Following a defiant seventh-round knockout of previously unbeaten Jose Pedraza (22-1, 12...
If A Tree Falls In The Woods…..
LOS ANGELES, CA.—From the initial brewing of his disdain for the outside world, to my own public proclamation of disbelief that he was doing steroids, to his final lifting of the white flag to the press and leak of an investigation into his tax status, we have to wonder whether we have seen the last of Barry Bonds.
And there’s one other thing that doesn’t need to be put in the form of a question: Barry Bonds has brought this all on to himself. There’s no feeling sorry for a man who made isolation an art form, and looked for a little sympathy with big puppy dog eyes when all he gave us, without guilt, were “accidents” on our collective rugs.
Barryologists, those who study the anthropology of Major League Baseball’s #3 home run hitter of all-time, believe that his contempt for mankind started as a young man watching his father’s difficulty with the sports media, and being traded to a blinding excess back in the 70’s.
Barry continued on with the family tradition with precision, sending flaming rocks catapulted towards those who asked him about anything – baseball, life, anything. And his aim was so true that the only thing the press was left with was to hit him before he struck out against them. They didn’t have to go there, but when you know you’re not going to get touchy or feely, you might as well go for the jugular and see if it sticks.
Working at the Doral Resort in Miami in my early 20’s, they hosted a stop on the “Comic Relief Salutes Baseball” tour. Working on the events committee, most, if not all the celebs were very nice. Taking a break from things and entering into the outdoor green room was Bonds and Cal Ripken.
When they’re leaving, not really in a rush to get to anywhere fast, I ask to take a quick photo. Who gets the chance to take a picture with four MVPs, but there was my chance. Ripken takes a step towards me, and Bonds waves it off, leaving Ripken to give me an awkward, embarrassed grin, and saying, “I gotta get this back to my pregnant wife.”
I never thought about that until the last several years, but the experience has never made me buy a ticket for the Barry Bash-wagon. I thought a fat gut and an enormous head size couldn’t be connected to steroids, the clear or anything, so I championed the fact that he wasn’t juicing and that he needed to be understood as a great player who wanted to go out with a championship ring on his finger.
Then BALCO came around, and there was that slight twinge going on inside of me hoping that all of those homers were products of elements of innocence. Those who wanted Barry’s blood, brought buckets rather than vials to collect their booty because of these allegations. They had him, and he knew that he was had.
And for a while he tried the pleasurable approach, but he looked out of place like a person of color on an episode of “Friends.” He only knew battle with the public, so he beat on Babe Ruth, screamed racism as the cause of everyone’s consternation towards him, and was short of putting his kids on the sides of milk cartons showing the sad, beaten lads whose souls had been torn apart by what the ‘bad’ people had done to their father.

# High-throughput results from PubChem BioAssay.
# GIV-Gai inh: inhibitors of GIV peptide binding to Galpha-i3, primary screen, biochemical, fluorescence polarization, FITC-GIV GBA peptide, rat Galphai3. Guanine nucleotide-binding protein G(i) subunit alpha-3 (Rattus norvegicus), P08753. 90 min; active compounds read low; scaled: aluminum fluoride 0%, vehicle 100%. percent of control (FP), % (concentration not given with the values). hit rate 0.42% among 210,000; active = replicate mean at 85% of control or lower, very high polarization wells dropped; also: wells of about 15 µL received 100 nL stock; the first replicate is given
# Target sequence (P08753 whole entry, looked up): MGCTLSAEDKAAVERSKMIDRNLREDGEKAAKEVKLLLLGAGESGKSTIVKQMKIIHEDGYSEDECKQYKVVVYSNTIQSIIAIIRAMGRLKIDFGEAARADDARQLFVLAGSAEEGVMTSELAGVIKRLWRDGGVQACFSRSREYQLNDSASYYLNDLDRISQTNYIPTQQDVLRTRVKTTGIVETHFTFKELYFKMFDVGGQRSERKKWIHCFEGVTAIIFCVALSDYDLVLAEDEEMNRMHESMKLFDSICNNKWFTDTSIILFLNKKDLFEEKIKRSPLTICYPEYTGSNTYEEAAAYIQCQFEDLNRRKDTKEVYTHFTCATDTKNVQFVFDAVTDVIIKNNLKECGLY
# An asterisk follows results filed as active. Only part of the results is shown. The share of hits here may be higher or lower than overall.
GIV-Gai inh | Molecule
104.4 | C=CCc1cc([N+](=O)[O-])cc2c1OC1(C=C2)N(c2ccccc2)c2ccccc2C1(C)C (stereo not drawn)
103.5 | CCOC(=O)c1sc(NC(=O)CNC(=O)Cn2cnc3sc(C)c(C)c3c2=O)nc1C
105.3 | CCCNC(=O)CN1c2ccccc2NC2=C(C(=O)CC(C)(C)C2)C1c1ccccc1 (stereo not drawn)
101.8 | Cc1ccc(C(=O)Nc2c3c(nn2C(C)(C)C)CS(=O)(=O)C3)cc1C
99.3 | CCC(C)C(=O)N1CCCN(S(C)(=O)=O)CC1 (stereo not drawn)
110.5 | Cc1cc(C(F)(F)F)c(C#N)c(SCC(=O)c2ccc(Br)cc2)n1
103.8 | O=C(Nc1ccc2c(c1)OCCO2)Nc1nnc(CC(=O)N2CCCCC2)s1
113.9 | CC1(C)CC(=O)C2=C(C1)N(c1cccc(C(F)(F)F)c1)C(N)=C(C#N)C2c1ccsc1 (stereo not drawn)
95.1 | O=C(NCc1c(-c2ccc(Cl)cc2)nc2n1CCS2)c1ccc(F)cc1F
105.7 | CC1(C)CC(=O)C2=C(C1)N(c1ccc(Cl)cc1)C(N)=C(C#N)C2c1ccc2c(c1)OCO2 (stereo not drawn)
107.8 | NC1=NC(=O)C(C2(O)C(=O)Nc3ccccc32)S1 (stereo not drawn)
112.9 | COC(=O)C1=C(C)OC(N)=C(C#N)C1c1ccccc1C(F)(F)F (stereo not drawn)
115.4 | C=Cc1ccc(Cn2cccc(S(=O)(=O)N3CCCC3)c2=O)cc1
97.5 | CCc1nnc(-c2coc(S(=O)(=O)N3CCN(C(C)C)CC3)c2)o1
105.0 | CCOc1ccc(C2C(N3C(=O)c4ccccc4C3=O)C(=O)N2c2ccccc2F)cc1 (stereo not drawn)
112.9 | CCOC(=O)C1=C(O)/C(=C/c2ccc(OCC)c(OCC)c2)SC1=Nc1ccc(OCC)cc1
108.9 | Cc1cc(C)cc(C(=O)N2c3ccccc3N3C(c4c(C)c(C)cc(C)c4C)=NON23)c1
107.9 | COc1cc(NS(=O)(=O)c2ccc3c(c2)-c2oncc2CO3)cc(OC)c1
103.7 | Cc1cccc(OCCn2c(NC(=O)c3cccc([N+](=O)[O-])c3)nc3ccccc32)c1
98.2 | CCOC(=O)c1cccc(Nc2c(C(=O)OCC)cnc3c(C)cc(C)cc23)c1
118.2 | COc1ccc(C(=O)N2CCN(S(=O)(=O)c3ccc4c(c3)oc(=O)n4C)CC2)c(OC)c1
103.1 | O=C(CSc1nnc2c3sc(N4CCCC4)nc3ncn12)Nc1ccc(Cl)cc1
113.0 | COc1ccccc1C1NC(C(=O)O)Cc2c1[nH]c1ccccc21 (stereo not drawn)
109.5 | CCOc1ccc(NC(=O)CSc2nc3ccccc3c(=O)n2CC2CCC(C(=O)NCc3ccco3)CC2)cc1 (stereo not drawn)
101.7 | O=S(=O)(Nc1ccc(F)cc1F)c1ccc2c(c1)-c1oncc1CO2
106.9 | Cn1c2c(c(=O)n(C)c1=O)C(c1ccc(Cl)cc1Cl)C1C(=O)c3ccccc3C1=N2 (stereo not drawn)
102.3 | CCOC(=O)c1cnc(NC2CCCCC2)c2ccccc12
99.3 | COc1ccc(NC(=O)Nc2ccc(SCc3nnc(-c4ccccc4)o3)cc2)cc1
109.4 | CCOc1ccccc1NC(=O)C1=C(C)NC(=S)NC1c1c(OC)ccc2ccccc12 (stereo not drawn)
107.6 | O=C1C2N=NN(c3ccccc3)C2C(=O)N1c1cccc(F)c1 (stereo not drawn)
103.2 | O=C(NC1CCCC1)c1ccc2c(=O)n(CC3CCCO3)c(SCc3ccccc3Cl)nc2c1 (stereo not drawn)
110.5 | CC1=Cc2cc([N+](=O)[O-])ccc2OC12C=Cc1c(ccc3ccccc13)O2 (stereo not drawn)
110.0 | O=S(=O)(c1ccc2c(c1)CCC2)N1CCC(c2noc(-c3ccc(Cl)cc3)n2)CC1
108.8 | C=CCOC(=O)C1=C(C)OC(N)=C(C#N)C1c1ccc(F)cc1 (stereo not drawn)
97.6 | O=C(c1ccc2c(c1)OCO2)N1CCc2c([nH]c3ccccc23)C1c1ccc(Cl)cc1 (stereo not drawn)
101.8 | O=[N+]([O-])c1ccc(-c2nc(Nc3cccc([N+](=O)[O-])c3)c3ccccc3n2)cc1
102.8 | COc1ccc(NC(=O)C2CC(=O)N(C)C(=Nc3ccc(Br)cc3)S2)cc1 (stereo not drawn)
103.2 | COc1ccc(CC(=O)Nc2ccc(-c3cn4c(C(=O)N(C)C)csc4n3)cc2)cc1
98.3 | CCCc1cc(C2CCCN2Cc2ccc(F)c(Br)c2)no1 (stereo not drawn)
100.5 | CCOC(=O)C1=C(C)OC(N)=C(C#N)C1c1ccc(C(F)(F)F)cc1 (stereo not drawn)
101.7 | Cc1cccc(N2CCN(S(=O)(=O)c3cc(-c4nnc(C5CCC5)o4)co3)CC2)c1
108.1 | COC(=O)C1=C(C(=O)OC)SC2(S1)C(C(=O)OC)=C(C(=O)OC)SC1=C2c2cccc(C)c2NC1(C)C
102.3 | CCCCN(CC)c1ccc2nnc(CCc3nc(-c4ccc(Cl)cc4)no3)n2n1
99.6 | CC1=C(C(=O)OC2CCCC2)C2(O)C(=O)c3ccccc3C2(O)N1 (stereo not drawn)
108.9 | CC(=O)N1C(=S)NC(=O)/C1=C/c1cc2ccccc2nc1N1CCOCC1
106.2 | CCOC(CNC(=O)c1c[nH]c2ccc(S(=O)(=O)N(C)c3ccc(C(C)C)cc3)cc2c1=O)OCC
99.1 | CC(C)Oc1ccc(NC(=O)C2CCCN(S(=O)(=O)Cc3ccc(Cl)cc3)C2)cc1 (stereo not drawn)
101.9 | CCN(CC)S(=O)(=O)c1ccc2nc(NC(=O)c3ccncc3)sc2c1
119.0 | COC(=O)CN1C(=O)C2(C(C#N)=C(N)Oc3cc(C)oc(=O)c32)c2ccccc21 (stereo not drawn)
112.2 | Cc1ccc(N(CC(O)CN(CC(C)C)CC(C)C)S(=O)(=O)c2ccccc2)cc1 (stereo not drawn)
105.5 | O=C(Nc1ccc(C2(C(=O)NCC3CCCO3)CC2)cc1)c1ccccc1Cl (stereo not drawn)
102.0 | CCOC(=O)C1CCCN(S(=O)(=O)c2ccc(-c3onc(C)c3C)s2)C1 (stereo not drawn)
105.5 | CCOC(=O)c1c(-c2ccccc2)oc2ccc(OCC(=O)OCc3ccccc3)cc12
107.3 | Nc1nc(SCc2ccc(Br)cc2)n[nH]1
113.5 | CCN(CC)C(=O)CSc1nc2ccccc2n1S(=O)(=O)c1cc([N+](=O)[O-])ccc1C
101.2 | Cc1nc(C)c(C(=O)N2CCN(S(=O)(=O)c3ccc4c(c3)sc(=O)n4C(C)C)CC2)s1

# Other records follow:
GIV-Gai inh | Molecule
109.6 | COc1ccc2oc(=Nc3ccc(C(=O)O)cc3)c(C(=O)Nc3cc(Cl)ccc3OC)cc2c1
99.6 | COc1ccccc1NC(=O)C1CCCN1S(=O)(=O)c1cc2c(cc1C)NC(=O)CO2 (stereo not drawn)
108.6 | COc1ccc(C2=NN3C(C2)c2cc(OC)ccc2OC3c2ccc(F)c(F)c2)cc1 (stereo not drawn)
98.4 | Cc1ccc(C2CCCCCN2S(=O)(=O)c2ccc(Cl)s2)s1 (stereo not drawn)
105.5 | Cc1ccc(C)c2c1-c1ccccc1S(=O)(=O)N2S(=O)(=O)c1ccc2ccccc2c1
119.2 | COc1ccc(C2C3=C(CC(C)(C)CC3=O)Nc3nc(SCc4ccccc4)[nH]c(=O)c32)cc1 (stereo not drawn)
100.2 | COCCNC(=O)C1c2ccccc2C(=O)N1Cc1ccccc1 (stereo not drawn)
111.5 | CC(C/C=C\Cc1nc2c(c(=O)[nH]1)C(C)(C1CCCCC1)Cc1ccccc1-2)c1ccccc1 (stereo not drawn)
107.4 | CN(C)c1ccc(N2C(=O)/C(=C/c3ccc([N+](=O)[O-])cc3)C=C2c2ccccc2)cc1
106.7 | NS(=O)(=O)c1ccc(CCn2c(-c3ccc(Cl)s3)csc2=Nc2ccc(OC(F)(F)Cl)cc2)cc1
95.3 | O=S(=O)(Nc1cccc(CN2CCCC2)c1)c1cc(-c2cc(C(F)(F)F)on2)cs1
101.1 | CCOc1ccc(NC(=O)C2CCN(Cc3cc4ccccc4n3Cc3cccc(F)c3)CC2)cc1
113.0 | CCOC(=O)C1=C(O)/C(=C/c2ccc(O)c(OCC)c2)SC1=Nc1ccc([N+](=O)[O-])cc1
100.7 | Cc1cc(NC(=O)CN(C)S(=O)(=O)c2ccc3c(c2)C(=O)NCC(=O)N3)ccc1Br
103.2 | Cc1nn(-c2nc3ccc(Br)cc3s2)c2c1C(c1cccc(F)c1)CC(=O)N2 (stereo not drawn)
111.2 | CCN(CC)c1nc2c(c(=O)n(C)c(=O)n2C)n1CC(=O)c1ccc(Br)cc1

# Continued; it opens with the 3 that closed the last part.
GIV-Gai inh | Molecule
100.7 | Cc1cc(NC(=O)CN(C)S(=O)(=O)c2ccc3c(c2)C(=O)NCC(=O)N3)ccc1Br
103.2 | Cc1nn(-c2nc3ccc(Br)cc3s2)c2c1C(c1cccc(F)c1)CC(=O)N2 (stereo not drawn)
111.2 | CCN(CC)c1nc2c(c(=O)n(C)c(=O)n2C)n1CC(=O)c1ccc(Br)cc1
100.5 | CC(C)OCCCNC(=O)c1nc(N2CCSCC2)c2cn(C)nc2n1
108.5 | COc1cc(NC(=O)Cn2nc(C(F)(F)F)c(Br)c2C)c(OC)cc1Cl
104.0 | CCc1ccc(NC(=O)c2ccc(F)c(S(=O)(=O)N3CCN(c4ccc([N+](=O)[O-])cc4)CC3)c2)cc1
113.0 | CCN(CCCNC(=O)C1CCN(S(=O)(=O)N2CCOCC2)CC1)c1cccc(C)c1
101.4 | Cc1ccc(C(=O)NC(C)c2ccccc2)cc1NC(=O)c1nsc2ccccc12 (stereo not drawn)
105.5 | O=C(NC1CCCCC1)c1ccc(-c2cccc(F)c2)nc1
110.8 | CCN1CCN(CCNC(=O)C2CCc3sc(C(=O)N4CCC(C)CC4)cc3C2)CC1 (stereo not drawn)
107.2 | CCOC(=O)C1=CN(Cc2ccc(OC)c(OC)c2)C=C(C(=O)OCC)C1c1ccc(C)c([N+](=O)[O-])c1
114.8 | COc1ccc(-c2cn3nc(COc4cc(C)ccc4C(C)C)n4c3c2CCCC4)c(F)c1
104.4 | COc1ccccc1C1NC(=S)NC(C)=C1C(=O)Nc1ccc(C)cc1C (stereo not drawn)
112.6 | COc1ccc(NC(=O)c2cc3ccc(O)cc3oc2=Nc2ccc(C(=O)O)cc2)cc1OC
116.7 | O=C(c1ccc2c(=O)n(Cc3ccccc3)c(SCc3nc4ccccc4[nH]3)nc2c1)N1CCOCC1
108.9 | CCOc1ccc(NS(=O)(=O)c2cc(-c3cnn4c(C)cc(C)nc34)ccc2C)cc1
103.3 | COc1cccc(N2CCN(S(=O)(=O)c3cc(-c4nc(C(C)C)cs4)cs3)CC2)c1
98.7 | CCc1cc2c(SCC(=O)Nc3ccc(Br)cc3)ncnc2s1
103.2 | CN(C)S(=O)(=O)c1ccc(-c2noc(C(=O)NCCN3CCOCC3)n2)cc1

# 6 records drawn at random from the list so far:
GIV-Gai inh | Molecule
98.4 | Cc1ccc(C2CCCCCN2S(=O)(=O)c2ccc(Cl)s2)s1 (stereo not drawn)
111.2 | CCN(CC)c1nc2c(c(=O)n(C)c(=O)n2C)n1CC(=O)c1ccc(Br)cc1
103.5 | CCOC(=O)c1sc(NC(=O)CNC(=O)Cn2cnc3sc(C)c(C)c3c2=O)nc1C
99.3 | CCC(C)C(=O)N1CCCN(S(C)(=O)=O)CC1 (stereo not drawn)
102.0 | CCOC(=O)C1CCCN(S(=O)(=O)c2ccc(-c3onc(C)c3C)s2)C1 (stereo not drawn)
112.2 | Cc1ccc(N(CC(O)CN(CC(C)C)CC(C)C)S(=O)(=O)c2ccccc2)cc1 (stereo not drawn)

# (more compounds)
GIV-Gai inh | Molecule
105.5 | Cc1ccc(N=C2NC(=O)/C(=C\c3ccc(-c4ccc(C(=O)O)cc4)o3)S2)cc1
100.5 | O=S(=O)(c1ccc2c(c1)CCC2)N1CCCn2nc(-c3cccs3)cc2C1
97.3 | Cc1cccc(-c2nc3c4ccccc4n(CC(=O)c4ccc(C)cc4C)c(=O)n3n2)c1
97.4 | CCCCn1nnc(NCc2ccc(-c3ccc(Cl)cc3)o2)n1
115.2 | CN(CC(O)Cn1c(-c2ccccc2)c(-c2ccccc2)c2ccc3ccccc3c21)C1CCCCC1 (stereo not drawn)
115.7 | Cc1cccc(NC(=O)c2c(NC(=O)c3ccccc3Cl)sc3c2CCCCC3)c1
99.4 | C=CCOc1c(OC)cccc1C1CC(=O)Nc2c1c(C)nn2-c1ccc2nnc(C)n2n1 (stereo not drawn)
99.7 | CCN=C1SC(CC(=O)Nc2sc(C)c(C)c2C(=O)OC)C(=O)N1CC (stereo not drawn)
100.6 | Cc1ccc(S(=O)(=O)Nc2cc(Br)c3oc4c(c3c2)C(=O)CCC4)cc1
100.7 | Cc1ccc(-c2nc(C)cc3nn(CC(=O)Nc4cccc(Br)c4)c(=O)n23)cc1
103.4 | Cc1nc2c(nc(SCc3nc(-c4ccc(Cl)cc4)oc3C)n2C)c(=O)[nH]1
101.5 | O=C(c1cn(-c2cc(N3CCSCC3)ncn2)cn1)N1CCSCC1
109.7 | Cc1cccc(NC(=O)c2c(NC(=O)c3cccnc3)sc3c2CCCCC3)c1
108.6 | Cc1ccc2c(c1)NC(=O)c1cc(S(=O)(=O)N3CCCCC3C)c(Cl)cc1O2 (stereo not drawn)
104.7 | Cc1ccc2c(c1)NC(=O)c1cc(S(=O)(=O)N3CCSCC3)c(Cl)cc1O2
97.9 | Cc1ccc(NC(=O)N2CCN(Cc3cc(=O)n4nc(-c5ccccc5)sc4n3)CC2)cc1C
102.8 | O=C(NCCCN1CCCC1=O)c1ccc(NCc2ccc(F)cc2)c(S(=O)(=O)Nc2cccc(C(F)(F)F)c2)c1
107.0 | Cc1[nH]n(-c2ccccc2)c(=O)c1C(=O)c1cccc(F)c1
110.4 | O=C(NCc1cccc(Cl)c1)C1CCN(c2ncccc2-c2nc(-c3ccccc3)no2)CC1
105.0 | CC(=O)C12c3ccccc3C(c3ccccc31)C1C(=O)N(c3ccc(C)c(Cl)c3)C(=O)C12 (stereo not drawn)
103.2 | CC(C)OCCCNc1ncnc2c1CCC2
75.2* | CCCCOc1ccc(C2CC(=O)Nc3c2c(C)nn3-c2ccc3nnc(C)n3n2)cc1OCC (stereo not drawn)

Children can and will take it hard regarding bad words directed towards their parents, but it was like Bonds using his kid as a shield while the other side decides whether they will deal with the collateral damage to get the job done.
That’s the stuff you do know, but then there’s the stuff that makes this his existence an island.
He is separated from the rest of his fellow major leaguers in the licensing game. Everybody else ponied-up their signatures as a united front in collecting a little scratch for the selling of anything Major League Baseball. Bonds felt his name and anything connected to it was larger than being just another ten letters in a sea of memorabilia.
Not a bad idea for a man who is pursuing the all-time home run title to catch an extra zero onto his bank account, but then there’s the guy with his own cul-de-sac in his team’s locker room, separated from those same Major Leaguers he didn’t succumb to solidarity with – which says that he is willing to prove his complete separation from the rest of the players 24 hours a day, and no one is immune.
Suddenly we hear these separate ventures haven’t been reported, and the Dr. Everything’llbealright who’s been working on his knee has had serious trouble with the American Medical Association.
Both of these things have the stench of old-time gangster activity.
Al Capone did his last days in the clink for evading taxes (because that’s the only thing they could get him on).
Then there’s being taken care of by a doctor who is barely allowed to practice medicine. There was that David Duchovny movie, “Playing God” where he’s a discredited doctor, and the mob boss played by Timothy Hutton hires him to take care of his people, and people he needs to be alive, when they’ve shot or otherwise, saving a trip to a regular hospital and avoiding a run-in with authorities.
Barry’s knee has had infections, and all kinds of messed up junk go wrong since this guy has cut into it – three times, mind you.
The knee is balky to the point of being unmanageable for sufficient use in the National League, and the masses have their parties set and ready to go if he never plays again – and he can hear it, and probably feels the sting of it.
Feel no pity for the San Francisco Giants who have let the show go on because they have a stadium to pay for, and had no other reason for the fans to come from miles around to watch baseball. The Bay Area stays cold on a consistent basis, so a day of missing Pedro Feliz might be understandable.
His path to Cooperstown is already paved, but if he never plays in The Show again, it brings me back to an old saying that if a tree falls in the woods and no one’s there to hear it, does it make a sound?